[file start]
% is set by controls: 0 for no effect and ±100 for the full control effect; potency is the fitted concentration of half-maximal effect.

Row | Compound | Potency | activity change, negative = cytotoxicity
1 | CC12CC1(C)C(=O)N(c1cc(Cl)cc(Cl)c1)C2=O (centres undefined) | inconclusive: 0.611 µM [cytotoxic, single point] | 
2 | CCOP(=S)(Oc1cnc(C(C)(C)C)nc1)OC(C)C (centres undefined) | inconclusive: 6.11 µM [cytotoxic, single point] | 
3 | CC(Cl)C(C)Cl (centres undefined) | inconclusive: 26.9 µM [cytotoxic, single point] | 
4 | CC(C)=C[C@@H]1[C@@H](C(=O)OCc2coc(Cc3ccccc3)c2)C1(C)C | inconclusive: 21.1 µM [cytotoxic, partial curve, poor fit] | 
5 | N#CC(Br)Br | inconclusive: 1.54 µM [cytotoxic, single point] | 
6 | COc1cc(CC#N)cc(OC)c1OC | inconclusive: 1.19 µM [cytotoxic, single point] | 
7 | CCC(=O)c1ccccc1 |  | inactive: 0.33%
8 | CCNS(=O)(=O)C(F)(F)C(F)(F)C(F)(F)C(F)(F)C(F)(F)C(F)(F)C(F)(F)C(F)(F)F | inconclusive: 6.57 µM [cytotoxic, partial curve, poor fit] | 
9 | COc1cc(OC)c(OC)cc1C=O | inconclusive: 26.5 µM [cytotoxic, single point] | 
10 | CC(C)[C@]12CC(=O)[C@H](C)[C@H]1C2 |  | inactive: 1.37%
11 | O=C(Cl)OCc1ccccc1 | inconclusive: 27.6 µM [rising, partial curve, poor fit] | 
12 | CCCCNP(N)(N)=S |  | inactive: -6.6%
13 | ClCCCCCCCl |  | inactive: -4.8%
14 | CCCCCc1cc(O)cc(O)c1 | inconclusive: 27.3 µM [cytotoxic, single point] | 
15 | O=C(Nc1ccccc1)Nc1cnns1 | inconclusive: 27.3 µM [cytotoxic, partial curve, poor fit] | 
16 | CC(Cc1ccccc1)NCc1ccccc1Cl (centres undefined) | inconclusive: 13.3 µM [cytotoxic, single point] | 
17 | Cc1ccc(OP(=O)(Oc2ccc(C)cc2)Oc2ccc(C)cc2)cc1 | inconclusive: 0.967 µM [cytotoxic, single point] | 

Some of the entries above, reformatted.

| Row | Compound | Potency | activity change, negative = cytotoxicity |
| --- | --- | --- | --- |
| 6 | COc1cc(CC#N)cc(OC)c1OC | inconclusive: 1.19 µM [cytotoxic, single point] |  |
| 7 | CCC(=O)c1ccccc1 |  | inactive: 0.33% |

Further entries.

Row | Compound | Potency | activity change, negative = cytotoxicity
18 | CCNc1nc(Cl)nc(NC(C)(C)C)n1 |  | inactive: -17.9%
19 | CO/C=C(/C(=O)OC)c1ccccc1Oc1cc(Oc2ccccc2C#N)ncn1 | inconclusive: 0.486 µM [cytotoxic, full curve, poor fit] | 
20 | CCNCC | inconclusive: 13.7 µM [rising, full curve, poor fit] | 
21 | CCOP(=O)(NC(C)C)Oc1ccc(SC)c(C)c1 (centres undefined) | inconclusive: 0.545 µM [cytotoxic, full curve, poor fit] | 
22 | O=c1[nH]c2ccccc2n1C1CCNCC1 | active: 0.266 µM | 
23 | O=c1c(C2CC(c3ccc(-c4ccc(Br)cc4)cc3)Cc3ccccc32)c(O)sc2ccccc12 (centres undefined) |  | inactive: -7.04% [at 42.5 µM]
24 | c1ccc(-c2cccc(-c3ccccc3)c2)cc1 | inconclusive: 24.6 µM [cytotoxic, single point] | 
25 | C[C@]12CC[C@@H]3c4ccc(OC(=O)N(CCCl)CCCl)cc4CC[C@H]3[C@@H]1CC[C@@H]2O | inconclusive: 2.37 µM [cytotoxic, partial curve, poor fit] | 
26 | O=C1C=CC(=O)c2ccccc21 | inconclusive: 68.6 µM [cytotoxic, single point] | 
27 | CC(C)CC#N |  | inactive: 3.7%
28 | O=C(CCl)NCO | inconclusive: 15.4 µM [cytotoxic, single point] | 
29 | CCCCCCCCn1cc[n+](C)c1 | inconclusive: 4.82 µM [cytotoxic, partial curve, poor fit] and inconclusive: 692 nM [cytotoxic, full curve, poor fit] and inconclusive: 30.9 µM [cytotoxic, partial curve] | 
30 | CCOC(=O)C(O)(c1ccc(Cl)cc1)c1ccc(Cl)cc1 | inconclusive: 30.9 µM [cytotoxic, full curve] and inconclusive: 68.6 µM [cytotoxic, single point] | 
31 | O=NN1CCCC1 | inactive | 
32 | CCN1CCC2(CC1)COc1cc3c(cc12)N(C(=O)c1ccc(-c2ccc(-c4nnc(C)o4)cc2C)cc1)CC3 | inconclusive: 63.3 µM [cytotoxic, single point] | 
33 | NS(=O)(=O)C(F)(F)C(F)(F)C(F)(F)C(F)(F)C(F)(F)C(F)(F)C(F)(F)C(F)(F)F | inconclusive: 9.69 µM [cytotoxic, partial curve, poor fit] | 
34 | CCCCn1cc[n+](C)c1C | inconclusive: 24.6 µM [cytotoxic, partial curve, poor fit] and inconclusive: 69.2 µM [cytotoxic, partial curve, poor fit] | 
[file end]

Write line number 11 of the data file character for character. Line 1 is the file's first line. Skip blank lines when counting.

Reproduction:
9 | COc1cc(OC)c(OC)cc1C=O | inconclusive: 26.5 µM [cytotoxic, single point] | 